These Women Are Posing in Nothing but Glitter for a Surprisingly Powerful Reason (via

Positively Glittered is an Instagram account that posts pictures of women posing in nothing but glitter. Find out more here.

Your body is uniquely yours, and that’s what makes it beautiful. One Instagram account, Positively Glittered (@positivelyglittered), has found a creative (and sparkly) way to showcase that. The page features naked women of all shapes and sizes covered in the colors of the rainbow with glitter.

If we’re being honest, most of us have dreamed of painting ourselves in shimmer from head to toe, and this account makes that dream a reality. It emphasizes the beauty of women with all body types, skin colors, and backgrounds and promotes the powerful message that all of us are beautiful, no matter what.

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Spencer Tunick’s Social Media Censorship Blues (via Whitehot Magazine of Contemporary Art)

Daniel Maidman on the censoring of Spencer Tunick.

Spencer Tunick is an internationally-recognized artist-photographer, best known for his large-scale installations of nudes. Dozens, hundreds, or even thousands of volunteers gather in striking public locations, strip, and arrange themselves as he directs. To my eye, his photographs have an anxiety-inducing, vibrating double meaning. On the one hand, they are dazzlingly conceived and beautifully composed. Without prejudice or judgment, they invite participants and viewers of all shapes and sizes into their community. They celebrate without restraint the fleshly quality of human life on Earth. And on the other hand, the vast scale of Mr. Tunick’s installations has a frightening, totalitarian edge. His distant camera and giant cast of characters liquefies his people, in a sense, into an amorphous human paste. In his hands, the population of a city becomes a machine expressing the will of a single mind. This unresolved tension generates, for me, much of the strange, dangerous glamor of his work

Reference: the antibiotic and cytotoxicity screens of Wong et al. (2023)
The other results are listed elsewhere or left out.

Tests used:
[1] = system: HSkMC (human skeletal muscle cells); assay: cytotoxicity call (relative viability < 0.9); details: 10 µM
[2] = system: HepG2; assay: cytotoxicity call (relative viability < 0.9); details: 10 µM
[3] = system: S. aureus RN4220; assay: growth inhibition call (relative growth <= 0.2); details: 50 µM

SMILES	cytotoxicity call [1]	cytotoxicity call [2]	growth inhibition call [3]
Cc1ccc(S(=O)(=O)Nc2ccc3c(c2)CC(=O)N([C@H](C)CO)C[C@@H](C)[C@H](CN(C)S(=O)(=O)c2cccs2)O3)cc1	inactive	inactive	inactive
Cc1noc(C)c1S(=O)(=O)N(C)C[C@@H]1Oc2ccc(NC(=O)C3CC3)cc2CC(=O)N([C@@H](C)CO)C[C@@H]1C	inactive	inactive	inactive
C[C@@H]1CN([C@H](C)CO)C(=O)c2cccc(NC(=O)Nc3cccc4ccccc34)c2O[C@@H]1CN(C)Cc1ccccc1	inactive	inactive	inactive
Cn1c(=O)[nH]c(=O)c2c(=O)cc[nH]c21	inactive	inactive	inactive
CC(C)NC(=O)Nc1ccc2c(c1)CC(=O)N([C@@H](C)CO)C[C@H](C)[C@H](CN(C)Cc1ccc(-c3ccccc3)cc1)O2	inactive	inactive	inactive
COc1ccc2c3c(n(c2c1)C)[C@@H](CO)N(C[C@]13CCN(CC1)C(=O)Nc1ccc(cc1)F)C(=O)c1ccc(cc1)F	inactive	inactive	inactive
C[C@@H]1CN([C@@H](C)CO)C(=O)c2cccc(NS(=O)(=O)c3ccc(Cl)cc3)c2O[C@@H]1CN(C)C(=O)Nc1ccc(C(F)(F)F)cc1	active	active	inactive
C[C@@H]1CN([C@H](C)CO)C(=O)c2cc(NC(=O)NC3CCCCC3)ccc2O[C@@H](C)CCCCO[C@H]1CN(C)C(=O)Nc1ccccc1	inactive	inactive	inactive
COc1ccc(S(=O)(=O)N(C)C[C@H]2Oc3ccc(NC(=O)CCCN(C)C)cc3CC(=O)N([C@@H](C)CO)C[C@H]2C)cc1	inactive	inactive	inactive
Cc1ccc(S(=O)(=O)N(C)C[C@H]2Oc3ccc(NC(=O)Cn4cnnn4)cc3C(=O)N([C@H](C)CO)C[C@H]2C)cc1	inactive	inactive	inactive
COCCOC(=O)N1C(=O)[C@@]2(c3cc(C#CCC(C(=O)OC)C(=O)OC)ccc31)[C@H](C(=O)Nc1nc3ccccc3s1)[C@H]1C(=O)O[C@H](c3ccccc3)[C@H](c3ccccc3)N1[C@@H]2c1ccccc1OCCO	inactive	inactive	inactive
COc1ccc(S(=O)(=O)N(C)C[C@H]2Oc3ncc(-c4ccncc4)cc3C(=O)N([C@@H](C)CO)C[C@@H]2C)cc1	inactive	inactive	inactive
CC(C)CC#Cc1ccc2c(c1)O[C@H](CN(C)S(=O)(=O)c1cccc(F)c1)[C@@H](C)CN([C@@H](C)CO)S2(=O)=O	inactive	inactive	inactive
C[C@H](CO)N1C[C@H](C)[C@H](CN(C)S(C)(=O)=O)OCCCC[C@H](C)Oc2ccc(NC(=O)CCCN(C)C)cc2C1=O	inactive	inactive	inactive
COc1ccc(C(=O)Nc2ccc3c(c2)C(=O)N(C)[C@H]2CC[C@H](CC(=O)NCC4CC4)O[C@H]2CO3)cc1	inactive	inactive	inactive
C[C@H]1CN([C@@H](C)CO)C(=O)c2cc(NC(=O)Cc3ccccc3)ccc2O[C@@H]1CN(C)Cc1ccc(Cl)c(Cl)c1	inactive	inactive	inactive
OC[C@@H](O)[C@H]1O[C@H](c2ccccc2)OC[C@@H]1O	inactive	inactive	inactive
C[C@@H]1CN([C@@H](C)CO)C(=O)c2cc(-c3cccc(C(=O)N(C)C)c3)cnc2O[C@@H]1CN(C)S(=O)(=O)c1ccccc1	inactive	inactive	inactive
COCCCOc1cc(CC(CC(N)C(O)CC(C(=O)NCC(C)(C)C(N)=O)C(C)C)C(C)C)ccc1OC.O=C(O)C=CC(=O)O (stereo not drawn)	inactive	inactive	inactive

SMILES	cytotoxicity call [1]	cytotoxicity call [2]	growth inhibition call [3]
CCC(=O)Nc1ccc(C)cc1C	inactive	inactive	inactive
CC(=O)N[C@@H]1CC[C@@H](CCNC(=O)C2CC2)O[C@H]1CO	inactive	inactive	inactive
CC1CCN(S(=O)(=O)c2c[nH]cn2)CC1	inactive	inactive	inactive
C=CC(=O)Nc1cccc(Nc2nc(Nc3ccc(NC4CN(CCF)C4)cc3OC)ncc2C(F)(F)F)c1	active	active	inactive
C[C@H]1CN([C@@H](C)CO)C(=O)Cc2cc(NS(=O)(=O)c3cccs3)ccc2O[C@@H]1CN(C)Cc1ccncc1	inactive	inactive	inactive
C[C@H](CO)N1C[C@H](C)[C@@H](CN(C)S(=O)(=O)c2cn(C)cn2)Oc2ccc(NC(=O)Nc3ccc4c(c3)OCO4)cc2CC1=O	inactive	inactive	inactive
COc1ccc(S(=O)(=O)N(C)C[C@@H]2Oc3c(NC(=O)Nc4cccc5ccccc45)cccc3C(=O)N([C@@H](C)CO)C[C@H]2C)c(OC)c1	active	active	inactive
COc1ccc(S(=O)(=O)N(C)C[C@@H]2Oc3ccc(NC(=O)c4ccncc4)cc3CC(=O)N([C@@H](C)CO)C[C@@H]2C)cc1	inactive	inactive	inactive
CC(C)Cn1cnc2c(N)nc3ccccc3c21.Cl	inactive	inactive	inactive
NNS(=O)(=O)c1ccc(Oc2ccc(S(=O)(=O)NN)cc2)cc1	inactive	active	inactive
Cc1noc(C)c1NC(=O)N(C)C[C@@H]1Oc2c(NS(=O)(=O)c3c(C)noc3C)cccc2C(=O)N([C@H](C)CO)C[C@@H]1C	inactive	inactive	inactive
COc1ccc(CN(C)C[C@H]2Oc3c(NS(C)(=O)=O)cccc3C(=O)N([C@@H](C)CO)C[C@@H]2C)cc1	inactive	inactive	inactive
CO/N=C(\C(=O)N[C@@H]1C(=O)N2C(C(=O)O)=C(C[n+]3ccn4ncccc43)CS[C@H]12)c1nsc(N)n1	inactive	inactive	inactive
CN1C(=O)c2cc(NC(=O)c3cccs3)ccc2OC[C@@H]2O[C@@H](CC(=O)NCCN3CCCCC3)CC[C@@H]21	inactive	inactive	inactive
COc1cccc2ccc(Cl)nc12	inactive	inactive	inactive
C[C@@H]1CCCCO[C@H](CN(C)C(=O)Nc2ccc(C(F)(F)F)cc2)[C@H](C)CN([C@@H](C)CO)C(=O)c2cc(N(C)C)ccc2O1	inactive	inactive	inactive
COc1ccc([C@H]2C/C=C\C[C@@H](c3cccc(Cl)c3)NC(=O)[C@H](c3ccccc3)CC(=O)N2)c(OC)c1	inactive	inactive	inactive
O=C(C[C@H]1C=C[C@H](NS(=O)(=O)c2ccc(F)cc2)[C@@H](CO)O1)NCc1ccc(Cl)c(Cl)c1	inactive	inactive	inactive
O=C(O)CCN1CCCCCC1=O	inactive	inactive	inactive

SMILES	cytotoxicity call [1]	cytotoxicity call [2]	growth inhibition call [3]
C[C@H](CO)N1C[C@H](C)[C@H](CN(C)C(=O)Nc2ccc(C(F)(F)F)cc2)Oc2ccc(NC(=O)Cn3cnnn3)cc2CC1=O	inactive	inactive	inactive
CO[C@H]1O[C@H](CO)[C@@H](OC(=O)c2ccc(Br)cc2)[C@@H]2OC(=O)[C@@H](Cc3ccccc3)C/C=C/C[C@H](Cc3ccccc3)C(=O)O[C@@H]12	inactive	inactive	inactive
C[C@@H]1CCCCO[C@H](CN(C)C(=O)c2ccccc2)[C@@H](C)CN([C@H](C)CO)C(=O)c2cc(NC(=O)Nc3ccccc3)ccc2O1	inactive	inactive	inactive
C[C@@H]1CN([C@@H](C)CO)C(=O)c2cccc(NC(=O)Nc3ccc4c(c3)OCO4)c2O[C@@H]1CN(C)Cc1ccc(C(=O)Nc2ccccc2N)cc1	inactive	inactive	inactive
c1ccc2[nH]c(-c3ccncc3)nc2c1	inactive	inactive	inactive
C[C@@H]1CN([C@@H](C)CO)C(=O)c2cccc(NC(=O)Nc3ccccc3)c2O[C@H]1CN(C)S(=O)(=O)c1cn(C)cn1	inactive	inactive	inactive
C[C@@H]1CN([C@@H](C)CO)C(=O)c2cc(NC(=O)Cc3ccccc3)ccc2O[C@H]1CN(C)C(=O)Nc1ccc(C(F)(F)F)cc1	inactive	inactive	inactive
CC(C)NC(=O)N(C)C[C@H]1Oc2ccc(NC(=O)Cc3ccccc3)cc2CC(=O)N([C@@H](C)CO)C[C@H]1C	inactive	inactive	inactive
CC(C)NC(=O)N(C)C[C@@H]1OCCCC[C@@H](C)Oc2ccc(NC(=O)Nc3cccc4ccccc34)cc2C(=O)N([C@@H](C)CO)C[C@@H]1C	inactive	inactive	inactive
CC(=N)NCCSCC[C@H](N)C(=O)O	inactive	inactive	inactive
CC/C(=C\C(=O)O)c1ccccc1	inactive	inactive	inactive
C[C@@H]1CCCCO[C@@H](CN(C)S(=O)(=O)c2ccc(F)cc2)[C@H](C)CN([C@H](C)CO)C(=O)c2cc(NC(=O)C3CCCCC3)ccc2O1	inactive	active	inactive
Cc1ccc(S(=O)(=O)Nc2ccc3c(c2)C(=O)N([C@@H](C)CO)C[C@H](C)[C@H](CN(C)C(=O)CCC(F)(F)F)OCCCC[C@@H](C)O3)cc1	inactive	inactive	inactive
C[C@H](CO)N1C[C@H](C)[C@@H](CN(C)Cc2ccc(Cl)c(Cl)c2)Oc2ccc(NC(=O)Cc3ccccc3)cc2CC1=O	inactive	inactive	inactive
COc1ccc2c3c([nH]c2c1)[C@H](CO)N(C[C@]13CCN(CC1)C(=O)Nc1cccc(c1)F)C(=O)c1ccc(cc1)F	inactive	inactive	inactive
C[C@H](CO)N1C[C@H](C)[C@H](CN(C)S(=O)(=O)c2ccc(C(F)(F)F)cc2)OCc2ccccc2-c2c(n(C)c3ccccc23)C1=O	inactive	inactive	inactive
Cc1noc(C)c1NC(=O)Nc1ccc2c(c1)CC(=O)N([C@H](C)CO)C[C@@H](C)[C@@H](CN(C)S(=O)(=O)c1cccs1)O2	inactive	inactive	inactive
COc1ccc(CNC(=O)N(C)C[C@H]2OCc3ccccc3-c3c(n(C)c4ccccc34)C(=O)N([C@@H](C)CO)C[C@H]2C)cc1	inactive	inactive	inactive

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Felicity Palmateer Is Releasing a Nude Surf Film Called ‘Skin Deep’ (via The Inertia)

Making a nude surf film is a risky thing to do these days, but that’s what Australian surfer Felicity Palmateer is doing. The film is called Skin Deep.

Making a nude surf film is a risky thing to do these days, but that’s what Australian big wave enthusiast Felicity Palmateer is doing. The film is called Skin Deep, and she’s been working on it for three years. Filmed in Fiji, Hawaii, and all over Australia, the four-minute short is set for release in early December.

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Cochise Stronghold and the Great Mushroom Hunt: Part III (via The Free Range Naturist)


We are at Cochise Stronghold in the Dragoon Mountains. We have a wonderful campsite and have hiked to the pass on the previous day. The story of that is in two parts is here:

And here:

After a short sunrise wander, we wake again, just before the morning begins to warm. The tent is already heating up.

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‘How I set up a nudist retreat after losing $500K retirement savings (via Starts at 60)

Rainer Mueckenberger, 69, now runs Noosa Edge Nudist Retreat and is happier than ever.

Retirement should be a time to relax and enjoy the proceeds of a hard-working life – but for some, it can come with some major money pitfalls that can result in devastating financial ruin.